NBC plans to move Jay Leno back to 11:35/10:35c and current Tonight host Conan O'Brien to 12:05/11:05c, The New York Times reports.
NBC higher-ups held discussions with both Leno and O'Brien Thursday about the future of NBC's late-night schedule, according to the newspaper. While Leno would see his time slimmed down to a half-hour, O'Brien would still host an hourlong program, which would push Late Night host Jimmy Fallon to 1:05/12:05c start time. This also leaves up in the air the future of Last Call with Carson Daly, which starts at 1:35/12:35c following Fallon.
Leno, O'Brien and Fallon will move to their respective new timeslots after the 2010 Winter Olympics wrap up on Feb. 28. The games begin Feb. 12 and will put all three comics off the air for at least two weeks, giving the network ample time to make such changes to the current lineup, the Times reports.
Reports from FTVLive and TMZ surfaced Thursday that NBC was mulling a late-night shakeup in light of both Leno and O'Brien's low ratings as well as concerns from network affiliates. NBC declined to comment on the Times report.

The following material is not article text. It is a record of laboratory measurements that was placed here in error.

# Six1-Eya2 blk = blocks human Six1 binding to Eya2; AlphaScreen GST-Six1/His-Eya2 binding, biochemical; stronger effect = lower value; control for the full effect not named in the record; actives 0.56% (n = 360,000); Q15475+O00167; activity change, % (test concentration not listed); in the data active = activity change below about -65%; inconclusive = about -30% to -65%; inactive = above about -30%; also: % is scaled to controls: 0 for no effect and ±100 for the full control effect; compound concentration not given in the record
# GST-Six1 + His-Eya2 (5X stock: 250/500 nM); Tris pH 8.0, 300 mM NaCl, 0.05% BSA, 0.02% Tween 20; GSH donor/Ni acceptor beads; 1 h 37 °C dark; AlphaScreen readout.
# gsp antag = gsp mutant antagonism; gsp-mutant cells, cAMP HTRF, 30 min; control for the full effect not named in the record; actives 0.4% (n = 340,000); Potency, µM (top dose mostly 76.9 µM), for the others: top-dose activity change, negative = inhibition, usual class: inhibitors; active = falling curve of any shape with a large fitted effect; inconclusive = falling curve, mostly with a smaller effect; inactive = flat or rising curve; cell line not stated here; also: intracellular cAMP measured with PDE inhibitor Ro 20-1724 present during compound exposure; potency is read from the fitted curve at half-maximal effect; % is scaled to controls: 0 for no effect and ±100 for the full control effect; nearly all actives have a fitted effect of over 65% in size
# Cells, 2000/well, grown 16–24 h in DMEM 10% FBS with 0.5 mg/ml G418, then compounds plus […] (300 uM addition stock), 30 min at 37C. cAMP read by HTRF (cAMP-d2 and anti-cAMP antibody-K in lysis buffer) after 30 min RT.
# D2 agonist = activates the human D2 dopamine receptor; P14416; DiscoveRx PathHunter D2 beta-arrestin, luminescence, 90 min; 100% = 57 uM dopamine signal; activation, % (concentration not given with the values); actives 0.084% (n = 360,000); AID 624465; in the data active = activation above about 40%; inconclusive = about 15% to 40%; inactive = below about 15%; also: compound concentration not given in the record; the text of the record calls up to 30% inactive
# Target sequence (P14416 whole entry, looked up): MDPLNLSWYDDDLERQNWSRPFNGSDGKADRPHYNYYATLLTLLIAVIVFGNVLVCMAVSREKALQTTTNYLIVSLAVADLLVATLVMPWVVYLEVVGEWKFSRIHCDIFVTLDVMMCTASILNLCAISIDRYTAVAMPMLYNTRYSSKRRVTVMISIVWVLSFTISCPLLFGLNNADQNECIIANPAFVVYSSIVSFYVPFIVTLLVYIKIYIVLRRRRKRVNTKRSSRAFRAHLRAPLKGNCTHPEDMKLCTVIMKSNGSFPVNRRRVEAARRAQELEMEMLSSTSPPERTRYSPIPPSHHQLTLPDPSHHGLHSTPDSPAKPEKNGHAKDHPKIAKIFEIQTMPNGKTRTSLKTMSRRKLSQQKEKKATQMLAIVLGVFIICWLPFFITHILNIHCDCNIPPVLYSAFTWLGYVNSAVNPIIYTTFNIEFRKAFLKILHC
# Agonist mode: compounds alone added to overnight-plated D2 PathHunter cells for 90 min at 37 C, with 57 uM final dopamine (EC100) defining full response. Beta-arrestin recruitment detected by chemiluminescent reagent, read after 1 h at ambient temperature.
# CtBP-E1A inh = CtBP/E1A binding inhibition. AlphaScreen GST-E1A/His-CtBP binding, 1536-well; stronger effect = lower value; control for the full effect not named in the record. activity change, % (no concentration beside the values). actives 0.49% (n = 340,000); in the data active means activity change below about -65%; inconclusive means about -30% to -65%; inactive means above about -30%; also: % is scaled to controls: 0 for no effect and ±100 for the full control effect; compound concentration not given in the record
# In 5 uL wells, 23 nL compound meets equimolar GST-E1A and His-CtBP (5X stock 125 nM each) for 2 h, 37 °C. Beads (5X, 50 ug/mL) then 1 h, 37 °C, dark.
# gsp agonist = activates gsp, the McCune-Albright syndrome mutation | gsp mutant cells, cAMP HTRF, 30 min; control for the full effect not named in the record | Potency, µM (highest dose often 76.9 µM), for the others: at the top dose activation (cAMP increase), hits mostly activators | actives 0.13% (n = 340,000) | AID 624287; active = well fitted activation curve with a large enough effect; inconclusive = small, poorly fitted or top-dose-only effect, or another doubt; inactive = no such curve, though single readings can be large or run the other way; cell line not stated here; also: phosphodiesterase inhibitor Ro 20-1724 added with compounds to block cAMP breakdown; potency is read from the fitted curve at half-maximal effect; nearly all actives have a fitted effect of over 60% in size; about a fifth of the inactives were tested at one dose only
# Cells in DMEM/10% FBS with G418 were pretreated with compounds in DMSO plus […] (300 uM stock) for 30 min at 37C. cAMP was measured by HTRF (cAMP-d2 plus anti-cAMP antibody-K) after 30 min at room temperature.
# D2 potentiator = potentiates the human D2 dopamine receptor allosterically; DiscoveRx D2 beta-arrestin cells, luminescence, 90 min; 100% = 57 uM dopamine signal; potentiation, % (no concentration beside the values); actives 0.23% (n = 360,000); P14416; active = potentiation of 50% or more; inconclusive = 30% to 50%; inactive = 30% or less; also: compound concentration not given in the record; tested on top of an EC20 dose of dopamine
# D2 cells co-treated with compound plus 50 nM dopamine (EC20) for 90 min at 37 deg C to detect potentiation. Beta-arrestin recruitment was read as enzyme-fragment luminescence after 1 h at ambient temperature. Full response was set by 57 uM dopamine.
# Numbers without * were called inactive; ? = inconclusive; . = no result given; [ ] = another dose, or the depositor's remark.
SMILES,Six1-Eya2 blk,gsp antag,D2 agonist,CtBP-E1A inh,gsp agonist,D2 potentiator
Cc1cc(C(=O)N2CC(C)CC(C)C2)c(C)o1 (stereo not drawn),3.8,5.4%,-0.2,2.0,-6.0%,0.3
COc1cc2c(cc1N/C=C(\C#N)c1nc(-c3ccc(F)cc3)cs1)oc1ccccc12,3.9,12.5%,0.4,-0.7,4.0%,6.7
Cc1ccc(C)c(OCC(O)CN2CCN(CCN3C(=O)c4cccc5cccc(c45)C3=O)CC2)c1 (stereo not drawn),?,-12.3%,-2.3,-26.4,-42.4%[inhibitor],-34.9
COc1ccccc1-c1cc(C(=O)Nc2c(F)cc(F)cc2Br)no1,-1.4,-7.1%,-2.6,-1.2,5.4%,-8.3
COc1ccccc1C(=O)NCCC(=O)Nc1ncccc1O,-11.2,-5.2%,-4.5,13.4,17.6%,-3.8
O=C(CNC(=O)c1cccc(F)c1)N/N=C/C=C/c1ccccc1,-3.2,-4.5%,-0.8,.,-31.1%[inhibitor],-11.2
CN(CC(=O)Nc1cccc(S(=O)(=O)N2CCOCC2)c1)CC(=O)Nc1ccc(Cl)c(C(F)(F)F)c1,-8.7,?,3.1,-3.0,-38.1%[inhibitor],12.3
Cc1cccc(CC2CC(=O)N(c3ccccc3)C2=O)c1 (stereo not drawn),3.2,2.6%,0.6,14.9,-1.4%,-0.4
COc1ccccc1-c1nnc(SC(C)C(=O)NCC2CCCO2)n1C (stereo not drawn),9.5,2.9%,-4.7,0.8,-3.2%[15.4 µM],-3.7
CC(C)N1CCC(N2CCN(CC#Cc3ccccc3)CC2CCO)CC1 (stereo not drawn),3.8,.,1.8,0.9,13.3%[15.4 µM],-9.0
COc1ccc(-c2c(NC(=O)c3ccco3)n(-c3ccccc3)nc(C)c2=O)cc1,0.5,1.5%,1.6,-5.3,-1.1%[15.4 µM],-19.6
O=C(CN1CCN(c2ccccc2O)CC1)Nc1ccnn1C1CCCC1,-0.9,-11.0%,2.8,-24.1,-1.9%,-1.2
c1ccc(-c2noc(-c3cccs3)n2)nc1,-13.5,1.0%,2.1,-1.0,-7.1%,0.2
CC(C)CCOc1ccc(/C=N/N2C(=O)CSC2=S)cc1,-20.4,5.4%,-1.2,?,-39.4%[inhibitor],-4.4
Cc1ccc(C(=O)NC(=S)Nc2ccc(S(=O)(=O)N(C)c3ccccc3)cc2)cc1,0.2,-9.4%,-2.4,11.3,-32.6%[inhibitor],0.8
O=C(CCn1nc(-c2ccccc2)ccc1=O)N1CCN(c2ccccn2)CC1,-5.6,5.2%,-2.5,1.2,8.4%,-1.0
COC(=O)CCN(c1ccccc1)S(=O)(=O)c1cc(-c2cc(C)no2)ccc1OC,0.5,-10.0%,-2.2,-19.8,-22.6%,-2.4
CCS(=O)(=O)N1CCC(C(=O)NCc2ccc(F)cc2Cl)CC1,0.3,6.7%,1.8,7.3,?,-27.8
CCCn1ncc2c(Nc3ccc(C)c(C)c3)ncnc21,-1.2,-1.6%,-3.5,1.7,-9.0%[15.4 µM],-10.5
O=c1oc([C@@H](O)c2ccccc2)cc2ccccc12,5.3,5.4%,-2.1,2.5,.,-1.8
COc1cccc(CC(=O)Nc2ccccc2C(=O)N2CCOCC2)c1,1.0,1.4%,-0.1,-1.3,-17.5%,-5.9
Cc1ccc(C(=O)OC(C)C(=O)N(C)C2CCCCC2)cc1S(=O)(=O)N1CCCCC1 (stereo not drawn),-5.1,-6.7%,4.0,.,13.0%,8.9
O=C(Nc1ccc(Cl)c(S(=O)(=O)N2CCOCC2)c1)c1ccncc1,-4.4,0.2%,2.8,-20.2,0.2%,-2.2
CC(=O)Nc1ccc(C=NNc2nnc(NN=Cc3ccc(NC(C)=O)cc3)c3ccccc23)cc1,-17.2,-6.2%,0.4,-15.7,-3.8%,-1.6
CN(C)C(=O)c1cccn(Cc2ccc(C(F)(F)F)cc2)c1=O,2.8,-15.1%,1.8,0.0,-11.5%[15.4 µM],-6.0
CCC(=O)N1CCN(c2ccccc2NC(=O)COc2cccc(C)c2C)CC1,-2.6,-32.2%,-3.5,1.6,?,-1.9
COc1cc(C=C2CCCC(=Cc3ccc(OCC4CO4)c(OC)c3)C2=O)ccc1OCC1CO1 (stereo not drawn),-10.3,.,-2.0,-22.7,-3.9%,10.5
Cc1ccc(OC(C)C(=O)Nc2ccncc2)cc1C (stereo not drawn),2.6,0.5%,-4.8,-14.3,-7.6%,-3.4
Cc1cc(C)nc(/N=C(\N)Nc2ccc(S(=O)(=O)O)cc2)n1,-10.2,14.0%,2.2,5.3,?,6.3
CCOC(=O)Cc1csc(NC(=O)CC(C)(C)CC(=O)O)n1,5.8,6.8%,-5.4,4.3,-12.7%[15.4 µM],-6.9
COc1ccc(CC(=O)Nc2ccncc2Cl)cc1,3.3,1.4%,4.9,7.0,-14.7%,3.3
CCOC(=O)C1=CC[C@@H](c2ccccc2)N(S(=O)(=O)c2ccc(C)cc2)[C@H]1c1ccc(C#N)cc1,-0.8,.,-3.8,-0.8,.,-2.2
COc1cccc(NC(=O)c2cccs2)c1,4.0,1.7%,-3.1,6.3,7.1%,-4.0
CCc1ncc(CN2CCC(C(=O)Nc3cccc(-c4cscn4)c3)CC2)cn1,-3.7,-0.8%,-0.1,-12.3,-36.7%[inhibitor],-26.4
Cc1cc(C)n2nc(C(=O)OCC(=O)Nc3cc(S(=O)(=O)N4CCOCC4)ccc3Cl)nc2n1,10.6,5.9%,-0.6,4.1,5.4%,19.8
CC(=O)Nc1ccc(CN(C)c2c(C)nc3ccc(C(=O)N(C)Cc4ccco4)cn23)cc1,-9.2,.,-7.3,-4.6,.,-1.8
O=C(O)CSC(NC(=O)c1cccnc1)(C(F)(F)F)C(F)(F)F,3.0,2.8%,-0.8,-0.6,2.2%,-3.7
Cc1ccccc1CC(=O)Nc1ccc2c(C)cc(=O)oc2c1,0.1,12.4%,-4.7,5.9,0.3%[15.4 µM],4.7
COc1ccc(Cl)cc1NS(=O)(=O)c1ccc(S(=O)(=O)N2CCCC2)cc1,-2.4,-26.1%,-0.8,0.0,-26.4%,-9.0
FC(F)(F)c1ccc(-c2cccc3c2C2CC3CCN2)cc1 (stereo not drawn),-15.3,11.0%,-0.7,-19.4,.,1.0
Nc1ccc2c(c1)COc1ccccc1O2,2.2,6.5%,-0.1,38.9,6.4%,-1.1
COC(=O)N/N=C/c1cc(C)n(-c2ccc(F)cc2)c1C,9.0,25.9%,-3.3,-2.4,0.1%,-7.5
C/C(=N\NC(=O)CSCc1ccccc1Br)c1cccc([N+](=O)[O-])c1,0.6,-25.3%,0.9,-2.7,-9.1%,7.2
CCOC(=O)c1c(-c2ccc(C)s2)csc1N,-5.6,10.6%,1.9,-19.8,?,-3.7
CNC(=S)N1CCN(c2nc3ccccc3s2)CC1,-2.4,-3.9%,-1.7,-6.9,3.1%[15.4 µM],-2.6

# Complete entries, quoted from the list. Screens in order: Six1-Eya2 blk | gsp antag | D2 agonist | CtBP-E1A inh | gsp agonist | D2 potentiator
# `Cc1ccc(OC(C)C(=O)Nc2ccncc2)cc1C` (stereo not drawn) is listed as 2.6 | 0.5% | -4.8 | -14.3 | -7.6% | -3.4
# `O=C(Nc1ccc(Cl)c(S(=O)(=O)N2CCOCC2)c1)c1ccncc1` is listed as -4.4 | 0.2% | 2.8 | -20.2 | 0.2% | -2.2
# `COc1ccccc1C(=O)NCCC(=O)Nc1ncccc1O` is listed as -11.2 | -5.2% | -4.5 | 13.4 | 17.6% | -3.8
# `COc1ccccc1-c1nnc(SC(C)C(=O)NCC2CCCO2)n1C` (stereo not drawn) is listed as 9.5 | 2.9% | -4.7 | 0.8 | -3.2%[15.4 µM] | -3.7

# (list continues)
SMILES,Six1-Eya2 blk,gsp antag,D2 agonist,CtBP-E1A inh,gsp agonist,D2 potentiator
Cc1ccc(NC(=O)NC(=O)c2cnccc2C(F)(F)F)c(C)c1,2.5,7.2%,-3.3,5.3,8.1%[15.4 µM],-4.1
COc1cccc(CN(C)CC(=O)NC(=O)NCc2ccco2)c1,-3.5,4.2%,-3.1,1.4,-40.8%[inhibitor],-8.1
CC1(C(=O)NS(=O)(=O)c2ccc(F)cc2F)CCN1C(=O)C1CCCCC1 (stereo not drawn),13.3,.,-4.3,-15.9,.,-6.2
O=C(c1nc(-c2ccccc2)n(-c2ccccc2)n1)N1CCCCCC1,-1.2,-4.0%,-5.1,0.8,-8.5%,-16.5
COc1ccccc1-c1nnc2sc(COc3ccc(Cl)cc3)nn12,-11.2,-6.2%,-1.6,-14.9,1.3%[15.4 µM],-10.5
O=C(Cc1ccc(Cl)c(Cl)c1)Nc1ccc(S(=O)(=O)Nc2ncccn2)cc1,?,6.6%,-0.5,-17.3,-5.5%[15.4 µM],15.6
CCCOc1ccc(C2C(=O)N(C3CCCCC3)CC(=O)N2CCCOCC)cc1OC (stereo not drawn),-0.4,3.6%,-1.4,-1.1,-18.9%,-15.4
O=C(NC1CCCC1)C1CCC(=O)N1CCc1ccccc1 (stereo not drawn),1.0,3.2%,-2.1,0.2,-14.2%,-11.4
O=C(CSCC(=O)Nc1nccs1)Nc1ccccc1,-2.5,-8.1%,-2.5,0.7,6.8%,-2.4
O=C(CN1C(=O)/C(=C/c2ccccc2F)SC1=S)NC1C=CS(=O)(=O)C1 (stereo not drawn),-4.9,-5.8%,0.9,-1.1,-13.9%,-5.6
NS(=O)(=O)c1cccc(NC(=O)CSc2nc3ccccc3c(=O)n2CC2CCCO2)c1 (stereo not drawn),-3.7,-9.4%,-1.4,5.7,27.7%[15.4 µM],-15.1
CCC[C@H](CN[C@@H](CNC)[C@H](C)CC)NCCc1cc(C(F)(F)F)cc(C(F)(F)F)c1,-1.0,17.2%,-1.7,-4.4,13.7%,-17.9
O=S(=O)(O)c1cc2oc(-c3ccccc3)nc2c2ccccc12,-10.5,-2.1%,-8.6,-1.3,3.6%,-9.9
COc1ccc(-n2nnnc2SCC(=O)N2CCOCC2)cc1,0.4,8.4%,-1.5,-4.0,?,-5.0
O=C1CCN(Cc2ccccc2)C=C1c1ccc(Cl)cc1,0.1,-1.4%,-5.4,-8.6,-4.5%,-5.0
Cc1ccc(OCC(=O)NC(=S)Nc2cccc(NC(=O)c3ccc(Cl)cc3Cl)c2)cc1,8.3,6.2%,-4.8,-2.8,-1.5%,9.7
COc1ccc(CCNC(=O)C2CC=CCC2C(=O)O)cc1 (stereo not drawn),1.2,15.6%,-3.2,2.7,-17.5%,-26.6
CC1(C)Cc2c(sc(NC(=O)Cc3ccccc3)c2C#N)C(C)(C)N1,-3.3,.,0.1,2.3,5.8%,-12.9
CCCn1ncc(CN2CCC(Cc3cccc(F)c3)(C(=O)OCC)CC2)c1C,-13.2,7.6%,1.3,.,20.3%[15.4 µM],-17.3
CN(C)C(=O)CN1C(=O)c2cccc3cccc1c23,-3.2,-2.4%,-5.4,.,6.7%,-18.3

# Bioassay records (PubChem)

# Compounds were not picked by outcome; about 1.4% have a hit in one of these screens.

NBC issued statements, saying it hoped to "find new ways to improve the performance" of Leno's show and that it remained " committed to keeping Conan O'Brien on NBC."
Leno indirectly addressed the various reports during his monologue, playing off band leader Kevin Eubanks.
"As you may have heard, there is a rumor floating around that we were canceled. I heard it coming in this morning on the radio. So far no one has said anything to me. But Kev, if we did get canceled, it will give us time to do some traveling. I understand that Fox is beautiful this time of year," Leno joked. "I don't think there is any truth to the rumors. See, it's always been my experience that NBC only cancels you when when you're in first place. So we are fine."
O'Brien did not allude to the swirling scuttlebutt in his monologue.
No one addressed what will happen at 10 p.m. Monday through Friday, although NBC Entertainment chief Angela Bromstad recently talked about developing as many as 10 dramas and eight comedies.